Speaking from my own personal experience, allow me to give you a glimpse into my circumstances, but understand that I am not complaining, merely stating the facts:

              I do not have anyone to drop the kids off with on any given afternoon or day, let alone a whole weekend, so this little thing that I do is literally 24/7. I do not get sick days. I cannot ever call in sick to work and have some time to rest before the kids come home from school, daycare, preschool, or the sitter. Also, because I "don't work," my husband has to, so he cannot take a sick day to care for the kids while I stay in bed. I do not have a car. We are a one-car family, so rain or shine, I am here with the kids, by myself all day, at least 5 days a week. Because we are here all day every day, there are constant messes. Dishes are 2,3, maybe 4 times a day. Clean-up is all day. I am not able to leave in the morning and returning to the same house in the same condition later that day. Also, because I "don't work" we can't often afford the luxury of eating out or getting take out whenever I'm far to exhausted to make dinner, so I am also a full-time chef to a growing family. Lastly, because I am a stay at home mom, and I do consider it my "job," I alone am responsible for my children if they need anything during the night. Though he has voluntarily done it on occasion, I do not expect my husband to ever get up in the night to tend to a crying baby when he has to get up and work the next morning. We have never alternated nights or taken turns with a sleep schedule for that reason. But keep in mind that just because I don't get up to go to work in the morning, does not mean that I can stay in bed. I have children that will need me the next day regardless of how rough my night's sleep was.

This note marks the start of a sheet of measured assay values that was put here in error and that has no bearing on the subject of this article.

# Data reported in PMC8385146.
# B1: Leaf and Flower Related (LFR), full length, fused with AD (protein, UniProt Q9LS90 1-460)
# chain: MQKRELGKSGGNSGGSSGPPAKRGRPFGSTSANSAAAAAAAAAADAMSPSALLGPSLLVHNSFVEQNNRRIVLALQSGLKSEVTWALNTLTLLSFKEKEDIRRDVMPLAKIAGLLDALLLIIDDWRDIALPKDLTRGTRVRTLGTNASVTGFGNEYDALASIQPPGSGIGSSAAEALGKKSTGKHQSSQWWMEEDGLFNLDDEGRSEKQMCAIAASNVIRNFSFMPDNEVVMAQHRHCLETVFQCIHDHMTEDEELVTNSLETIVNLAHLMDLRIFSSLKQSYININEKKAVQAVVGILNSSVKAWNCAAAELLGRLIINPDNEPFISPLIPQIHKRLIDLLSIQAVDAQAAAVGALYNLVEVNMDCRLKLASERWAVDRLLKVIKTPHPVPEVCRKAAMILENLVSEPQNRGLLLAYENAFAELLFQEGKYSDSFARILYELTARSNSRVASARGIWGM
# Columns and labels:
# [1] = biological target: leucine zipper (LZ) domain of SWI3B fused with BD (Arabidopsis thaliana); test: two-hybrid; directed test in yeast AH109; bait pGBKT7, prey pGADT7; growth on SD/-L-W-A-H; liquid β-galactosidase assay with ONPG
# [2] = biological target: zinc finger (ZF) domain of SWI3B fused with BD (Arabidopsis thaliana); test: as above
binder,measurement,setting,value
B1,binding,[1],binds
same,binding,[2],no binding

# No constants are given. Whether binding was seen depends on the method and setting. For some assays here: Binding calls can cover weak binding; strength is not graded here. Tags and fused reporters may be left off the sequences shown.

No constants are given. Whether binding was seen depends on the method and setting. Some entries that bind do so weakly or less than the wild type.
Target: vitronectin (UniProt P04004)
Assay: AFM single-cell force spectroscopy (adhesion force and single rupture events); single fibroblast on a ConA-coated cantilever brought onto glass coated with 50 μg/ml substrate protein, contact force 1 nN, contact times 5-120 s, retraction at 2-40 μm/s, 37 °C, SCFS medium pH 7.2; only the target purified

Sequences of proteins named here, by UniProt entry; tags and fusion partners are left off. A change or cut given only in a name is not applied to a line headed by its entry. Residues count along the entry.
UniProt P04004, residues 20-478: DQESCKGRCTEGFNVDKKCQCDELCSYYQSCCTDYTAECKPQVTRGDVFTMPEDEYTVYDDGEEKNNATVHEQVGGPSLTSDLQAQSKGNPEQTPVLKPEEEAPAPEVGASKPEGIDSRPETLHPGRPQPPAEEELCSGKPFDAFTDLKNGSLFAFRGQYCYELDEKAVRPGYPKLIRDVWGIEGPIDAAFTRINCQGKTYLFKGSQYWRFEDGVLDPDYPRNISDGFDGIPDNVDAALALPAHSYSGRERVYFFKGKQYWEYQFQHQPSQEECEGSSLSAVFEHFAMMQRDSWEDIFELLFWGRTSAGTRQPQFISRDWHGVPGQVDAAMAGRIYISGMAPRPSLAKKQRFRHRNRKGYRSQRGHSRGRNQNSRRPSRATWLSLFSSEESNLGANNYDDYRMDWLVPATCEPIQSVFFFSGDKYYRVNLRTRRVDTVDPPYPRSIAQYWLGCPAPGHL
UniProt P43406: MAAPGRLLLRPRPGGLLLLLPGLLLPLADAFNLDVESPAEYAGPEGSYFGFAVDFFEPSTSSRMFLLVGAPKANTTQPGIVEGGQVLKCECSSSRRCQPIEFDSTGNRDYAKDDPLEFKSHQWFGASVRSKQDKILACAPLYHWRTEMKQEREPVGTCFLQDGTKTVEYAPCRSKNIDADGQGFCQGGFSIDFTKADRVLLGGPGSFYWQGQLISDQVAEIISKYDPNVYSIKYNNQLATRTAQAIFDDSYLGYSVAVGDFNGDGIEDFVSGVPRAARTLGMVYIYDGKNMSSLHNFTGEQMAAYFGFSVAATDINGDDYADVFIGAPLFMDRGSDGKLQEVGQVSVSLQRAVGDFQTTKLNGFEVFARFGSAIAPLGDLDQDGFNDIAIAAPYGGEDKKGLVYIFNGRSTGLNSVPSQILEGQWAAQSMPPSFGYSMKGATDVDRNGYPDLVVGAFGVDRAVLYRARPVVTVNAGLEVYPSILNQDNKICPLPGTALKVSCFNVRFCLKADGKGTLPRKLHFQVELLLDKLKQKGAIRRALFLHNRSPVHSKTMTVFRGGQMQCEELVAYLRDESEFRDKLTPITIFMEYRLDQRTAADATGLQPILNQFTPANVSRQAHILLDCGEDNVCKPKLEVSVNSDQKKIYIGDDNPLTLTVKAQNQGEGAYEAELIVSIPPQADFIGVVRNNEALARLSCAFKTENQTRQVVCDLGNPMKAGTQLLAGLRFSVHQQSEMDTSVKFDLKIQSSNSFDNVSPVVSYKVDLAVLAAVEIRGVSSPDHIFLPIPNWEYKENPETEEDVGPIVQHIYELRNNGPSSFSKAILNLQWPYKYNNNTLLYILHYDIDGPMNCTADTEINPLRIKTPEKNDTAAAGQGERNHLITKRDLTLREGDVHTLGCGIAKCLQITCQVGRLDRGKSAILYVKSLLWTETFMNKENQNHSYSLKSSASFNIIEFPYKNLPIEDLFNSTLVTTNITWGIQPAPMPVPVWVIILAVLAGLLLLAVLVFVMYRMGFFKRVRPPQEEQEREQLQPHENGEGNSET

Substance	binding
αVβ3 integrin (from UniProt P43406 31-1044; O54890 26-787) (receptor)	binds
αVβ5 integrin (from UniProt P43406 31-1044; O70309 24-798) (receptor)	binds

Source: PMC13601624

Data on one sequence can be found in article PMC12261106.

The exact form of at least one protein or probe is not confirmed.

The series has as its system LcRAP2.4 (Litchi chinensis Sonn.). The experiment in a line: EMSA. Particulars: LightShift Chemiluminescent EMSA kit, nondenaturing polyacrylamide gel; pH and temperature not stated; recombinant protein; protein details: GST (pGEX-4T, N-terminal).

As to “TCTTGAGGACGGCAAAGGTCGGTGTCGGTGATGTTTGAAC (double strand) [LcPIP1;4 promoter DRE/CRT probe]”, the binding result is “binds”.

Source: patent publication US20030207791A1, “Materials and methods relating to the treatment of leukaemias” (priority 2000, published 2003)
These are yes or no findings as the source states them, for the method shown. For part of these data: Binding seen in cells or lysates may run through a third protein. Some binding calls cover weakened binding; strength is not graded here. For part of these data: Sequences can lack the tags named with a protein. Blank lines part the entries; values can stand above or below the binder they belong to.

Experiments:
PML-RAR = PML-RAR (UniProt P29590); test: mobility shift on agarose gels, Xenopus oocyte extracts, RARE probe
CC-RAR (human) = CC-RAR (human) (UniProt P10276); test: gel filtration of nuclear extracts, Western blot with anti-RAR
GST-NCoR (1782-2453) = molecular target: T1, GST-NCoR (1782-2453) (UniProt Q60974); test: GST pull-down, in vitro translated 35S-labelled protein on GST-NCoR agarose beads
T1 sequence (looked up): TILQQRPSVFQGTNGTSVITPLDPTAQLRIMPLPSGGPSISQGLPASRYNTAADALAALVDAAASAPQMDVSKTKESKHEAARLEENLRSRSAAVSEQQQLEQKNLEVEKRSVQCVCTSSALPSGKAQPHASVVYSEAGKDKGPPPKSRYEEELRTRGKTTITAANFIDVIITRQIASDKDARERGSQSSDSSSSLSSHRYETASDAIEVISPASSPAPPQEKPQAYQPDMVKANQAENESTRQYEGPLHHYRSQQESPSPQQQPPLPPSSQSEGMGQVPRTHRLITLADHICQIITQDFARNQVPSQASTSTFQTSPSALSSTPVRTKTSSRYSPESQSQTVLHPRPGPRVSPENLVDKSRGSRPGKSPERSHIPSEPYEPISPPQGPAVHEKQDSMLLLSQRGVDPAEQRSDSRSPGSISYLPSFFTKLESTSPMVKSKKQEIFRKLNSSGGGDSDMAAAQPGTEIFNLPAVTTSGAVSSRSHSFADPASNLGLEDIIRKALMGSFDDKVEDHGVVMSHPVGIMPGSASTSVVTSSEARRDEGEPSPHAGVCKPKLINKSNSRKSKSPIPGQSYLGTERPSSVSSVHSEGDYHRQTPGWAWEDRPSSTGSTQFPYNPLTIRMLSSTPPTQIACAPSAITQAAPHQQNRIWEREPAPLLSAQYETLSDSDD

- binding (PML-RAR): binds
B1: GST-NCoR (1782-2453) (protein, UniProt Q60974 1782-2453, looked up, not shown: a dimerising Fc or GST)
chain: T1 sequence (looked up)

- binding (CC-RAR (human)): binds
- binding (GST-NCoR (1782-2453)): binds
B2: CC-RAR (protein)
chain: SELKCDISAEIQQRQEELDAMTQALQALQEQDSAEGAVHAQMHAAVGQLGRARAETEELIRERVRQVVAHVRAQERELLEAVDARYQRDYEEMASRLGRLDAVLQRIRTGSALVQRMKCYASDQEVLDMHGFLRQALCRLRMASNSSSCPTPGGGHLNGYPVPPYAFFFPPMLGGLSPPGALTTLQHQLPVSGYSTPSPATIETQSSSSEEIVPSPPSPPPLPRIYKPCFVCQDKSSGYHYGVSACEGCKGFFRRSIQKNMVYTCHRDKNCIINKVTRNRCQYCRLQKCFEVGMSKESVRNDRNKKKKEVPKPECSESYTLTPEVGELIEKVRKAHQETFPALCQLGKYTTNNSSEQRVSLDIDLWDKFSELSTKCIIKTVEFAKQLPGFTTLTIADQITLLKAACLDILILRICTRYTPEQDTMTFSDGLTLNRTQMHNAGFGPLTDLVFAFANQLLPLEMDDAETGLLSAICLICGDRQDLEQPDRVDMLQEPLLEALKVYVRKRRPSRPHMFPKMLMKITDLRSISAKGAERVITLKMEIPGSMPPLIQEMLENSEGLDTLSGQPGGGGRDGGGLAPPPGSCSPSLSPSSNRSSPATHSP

None of this is to say that other, working mothers don't go through some of this same stuff. Single mothers especially have to deal with all sides of a situation. What I'm trying to point out is that everyone has different circumstances and different challenges. (There's that doggone word again). For example, some single mothers might have really tough and tiring weeks, but occasionally they still get a weekend when the child is with the father or father's family, and as much as that child is missed, it is still time for refreshing and rejuvenating an exhausted woman. On the other hand, you might have a stay at home mom with a participating husband and father, who has no outlets, and no time to herself, and she might wish she worked, at least part time, just to get out of the house.